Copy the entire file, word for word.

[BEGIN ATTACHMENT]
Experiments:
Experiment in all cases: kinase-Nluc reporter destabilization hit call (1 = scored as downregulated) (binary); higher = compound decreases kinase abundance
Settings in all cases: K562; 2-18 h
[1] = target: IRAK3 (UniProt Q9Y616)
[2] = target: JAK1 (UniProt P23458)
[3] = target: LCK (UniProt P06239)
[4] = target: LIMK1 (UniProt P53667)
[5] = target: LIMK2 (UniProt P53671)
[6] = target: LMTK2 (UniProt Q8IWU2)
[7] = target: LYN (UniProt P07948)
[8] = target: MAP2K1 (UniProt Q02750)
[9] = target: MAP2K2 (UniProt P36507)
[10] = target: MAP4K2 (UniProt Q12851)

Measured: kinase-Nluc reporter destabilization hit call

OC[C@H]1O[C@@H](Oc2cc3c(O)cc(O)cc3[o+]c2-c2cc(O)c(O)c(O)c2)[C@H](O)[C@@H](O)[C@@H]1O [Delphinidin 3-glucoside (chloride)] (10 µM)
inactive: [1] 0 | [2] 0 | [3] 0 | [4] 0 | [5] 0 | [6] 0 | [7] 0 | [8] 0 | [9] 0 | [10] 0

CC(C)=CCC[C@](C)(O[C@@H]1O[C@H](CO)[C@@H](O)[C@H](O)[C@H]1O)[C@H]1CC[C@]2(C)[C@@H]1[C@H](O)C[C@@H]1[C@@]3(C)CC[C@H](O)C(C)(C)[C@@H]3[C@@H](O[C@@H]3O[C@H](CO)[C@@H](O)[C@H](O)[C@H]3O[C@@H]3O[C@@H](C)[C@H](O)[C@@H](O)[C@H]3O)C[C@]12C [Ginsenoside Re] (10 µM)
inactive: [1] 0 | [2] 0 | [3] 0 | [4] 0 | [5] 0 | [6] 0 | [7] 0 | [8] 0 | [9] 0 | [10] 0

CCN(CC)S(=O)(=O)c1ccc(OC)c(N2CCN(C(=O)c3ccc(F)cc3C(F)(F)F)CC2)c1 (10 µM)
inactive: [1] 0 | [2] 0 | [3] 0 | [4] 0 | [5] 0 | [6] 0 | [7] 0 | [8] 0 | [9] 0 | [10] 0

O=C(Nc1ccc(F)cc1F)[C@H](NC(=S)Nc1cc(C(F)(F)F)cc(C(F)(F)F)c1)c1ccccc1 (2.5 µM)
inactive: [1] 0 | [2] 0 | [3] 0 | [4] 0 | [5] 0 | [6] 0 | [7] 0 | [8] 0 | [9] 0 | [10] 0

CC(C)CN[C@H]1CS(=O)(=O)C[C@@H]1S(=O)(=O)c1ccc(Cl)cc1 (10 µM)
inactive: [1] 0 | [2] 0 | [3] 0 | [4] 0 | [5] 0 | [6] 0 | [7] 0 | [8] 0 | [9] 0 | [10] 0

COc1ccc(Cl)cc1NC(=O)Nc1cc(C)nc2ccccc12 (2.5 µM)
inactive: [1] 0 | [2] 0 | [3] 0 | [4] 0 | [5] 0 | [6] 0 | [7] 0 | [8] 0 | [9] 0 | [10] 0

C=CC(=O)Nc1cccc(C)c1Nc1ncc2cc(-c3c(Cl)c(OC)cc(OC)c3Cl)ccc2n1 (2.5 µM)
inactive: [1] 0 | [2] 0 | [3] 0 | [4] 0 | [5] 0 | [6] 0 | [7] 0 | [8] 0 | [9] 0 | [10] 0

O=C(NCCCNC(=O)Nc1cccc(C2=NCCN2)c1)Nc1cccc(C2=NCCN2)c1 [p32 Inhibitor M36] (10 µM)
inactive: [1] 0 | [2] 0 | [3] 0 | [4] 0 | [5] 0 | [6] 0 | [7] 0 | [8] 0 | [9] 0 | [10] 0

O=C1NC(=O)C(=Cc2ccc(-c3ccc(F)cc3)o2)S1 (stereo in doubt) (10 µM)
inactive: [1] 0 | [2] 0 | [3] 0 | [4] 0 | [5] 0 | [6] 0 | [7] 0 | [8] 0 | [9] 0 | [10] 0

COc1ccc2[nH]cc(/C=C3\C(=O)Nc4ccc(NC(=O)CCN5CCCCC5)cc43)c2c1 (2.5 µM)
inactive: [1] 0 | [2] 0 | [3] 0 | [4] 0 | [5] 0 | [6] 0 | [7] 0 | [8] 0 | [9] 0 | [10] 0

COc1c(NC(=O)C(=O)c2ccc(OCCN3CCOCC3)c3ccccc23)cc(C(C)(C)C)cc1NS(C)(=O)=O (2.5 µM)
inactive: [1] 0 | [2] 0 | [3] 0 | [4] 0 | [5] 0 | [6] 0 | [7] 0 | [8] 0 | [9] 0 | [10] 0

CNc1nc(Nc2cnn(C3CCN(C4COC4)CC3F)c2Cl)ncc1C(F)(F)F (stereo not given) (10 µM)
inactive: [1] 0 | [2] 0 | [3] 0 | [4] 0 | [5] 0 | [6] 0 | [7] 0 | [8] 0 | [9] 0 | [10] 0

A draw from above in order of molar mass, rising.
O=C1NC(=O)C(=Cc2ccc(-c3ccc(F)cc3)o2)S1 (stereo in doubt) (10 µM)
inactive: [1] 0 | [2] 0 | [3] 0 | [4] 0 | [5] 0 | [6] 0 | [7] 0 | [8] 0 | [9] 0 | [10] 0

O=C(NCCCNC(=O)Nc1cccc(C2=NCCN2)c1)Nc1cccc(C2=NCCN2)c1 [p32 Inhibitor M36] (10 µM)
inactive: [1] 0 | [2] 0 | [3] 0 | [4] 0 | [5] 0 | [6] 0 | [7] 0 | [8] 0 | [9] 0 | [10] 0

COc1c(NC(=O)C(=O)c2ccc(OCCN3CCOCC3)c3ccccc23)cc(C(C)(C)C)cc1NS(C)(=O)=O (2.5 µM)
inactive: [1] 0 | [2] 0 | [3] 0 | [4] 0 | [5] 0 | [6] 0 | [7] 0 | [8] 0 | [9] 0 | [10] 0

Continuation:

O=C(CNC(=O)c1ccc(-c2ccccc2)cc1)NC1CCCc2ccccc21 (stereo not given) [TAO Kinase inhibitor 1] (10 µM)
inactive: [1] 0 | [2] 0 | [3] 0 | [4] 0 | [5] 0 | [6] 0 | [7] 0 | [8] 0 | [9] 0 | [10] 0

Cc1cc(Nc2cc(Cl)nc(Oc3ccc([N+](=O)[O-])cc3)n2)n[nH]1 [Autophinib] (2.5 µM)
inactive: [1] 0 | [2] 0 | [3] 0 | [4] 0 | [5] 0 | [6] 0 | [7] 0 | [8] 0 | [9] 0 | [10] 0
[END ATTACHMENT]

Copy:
Experiments:
Experiment in all cases: kinase-Nluc reporter destabilization hit call (1 = scored as downregulated) (binary); higher = compound decreases kinase abundance
Settings in all cases: K562; 2-18 h
[1] = target: IRAK3 (UniProt Q9Y616)
[2] = target: JAK1 (UniProt P23458)
[3] = target: LCK (UniProt P06239)
[4] = target: LIMK1 (UniProt P53667)
[5] = target: LIMK2 (UniProt P53671)
[6] = target: LMTK2 (UniProt Q8IWU2)
[7] = target: LYN (UniProt P07948)
[8] = target: MAP2K1 (UniProt Q02750)
[9] = target: MAP2K2 (UniProt P36507)
[10] = target: MAP4K2 (UniProt Q12851)

Measured: kinase-Nluc reporter destabilization hit call

OC[C@H]1O[C@@H](Oc2cc3c(O)cc(O)cc3[o+]c2-c2cc(O)c(O)c(O)c2)[C@H](O)[C@@H](O)[C@@H]1O [Delphinidin 3-glucoside (chloride)] (10 µM)
inactive: [1] 0 | [2] 0 | [3] 0 | [4] 0 | [5] 0 | [6] 0 | [7] 0 | [8] 0 | [9] 0 | [10] 0

CC(C)=CCC[C@](C)(O[C@@H]1O[C@H](CO)[C@@H](O)[C@H](O)[C@H]1O)[C@H]1CC[C@]2(C)[C@@H]1[C@H](O)C[C@@H]1[C@@]3(C)CC[C@H](O)C(C)(C)[C@@H]3[C@@H](O[C@@H]3O[C@H](CO)[C@@H](O)[C@H](O)[C@H]3O[C@@H]3O[C@@H](C)[C@H](O)[C@@H](O)[C@H]3O)C[C@]12C [Ginsenoside Re] (10 µM)
inactive: [1] 0 | [2] 0 | [3] 0 | [4] 0 | [5] 0 | [6] 0 | [7] 0 | [8] 0 | [9] 0 | [10] 0

CCN(CC)S(=O)(=O)c1ccc(OC)c(N2CCN(C(=O)c3ccc(F)cc3C(F)(F)F)CC2)c1 (10 µM)
inactive: [1] 0 | [2] 0 | [3] 0 | [4] 0 | [5] 0 | [6] 0 | [7] 0 | [8] 0 | [9] 0 | [10] 0

O=C(Nc1ccc(F)cc1F)[C@H](NC(=S)Nc1cc(C(F)(F)F)cc(C(F)(F)F)c1)c1ccccc1 (2.5 µM)
inactive: [1] 0 | [2] 0 | [3] 0 | [4] 0 | [5] 0 | [6] 0 | [7] 0 | [8] 0 | [9] 0 | [10] 0

CC(C)CN[C@H]1CS(=O)(=O)C[C@@H]1S(=O)(=O)c1ccc(Cl)cc1 (10 µM)
inactive: [1] 0 | [2] 0 | [3] 0 | [4] 0 | [5] 0 | [6] 0 | [7] 0 | [8] 0 | [9] 0 | [10] 0

COc1ccc(Cl)cc1NC(=O)Nc1cc(C)nc2ccccc12 (2.5 µM)
inactive: [1] 0 | [2] 0 | [3] 0 | [4] 0 | [5] 0 | [6] 0 | [7] 0 | [8] 0 | [9] 0 | [10] 0

C=CC(=O)Nc1cccc(C)c1Nc1ncc2cc(-c3c(Cl)c(OC)cc(OC)c3Cl)ccc2n1 (2.5 µM)
inactive: [1] 0 | [2] 0 | [3] 0 | [4] 0 | [5] 0 | [6] 0 | [7] 0 | [8] 0 | [9] 0 | [10] 0

O=C(NCCCNC(=O)Nc1cccc(C2=NCCN2)c1)Nc1cccc(C2=NCCN2)c1 [p32 Inhibitor M36] (10 µM)
inactive: [1] 0 | [2] 0 | [3] 0 | [4] 0 | [5] 0 | [6] 0 | [7] 0 | [8] 0 | [9] 0 | [10] 0

O=C1NC(=O)C(=Cc2ccc(-c3ccc(F)cc3)o2)S1 (stereo in doubt) (10 µM)
inactive: [1] 0 | [2] 0 | [3] 0 | [4] 0 | [5] 0 | [6] 0 | [7] 0 | [8] 0 | [9] 0 | [10] 0

COc1ccc2[nH]cc(/C=C3\C(=O)Nc4ccc(NC(=O)CCN5CCCCC5)cc43)c2c1 (2.5 µM)
inactive: [1] 0 | [2] 0 | [3] 0 | [4] 0 | [5] 0 | [6] 0 | [7] 0 | [8] 0 | [9] 0 | [10] 0

COc1c(NC(=O)C(=O)c2ccc(OCCN3CCOCC3)c3ccccc23)cc(C(C)(C)C)cc1NS(C)(=O)=O (2.5 µM)
inactive: [1] 0 | [2] 0 | [3] 0 | [4] 0 | [5] 0 | [6] 0 | [7] 0 | [8] 0 | [9] 0 | [10] 0

CNc1nc(Nc2cnn(C3CCN(C4COC4)CC3F)c2Cl)ncc1C(F)(F)F (stereo not given) (10 µM)
inactive: [1] 0 | [2] 0 | [3] 0 | [4] 0 | [5] 0 | [6] 0 | [7] 0 | [8] 0 | [9] 0 | [10] 0

A draw from above in order of molar mass, rising.
O=C1NC(=O)C(=Cc2ccc(-c3ccc(F)cc3)o2)S1 (stereo in doubt) (10 µM)
inactive: [1] 0 | [2] 0 | [3] 0 | [4] 0 | [5] 0 | [6] 0 | [7] 0 | [8] 0 | [9] 0 | [10] 0

O=C(NCCCNC(=O)Nc1cccc(C2=NCCN2)c1)Nc1cccc(C2=NCCN2)c1 [p32 Inhibitor M36] (10 µM)
inactive: [1] 0 | [2] 0 | [3] 0 | [4] 0 | [5] 0 | [6] 0 | [7] 0 | [8] 0 | [9] 0 | [10] 0

COc1c(NC(=O)C(=O)c2ccc(OCCN3CCOCC3)c3ccccc23)cc(C(C)(C)C)cc1NS(C)(=O)=O (2.5 µM)
inactive: [1] 0 | [2] 0 | [3] 0 | [4] 0 | [5] 0 | [6] 0 | [7] 0 | [8] 0 | [9] 0 | [10] 0

Continuation:

O=C(CNC(=O)c1ccc(-c2ccccc2)cc1)NC1CCCc2ccccc21 (stereo not given) [TAO Kinase inhibitor 1] (10 µM)
inactive: [1] 0 | [2] 0 | [3] 0 | [4] 0 | [5] 0 | [6] 0 | [7] 0 | [8] 0 | [9] 0 | [10] 0

Cc1cc(Nc2cc(Cl)nc(Oc3ccc([N+](=O)[O-])cc3)n2)n[nH]1 [Autophinib] (2.5 µM)
inactive: [1] 0 | [2] 0 | [3] 0 | [4] 0 | [5] 0 | [6] 0 | [7] 0 | [8] 0 | [9] 0 | [10] 0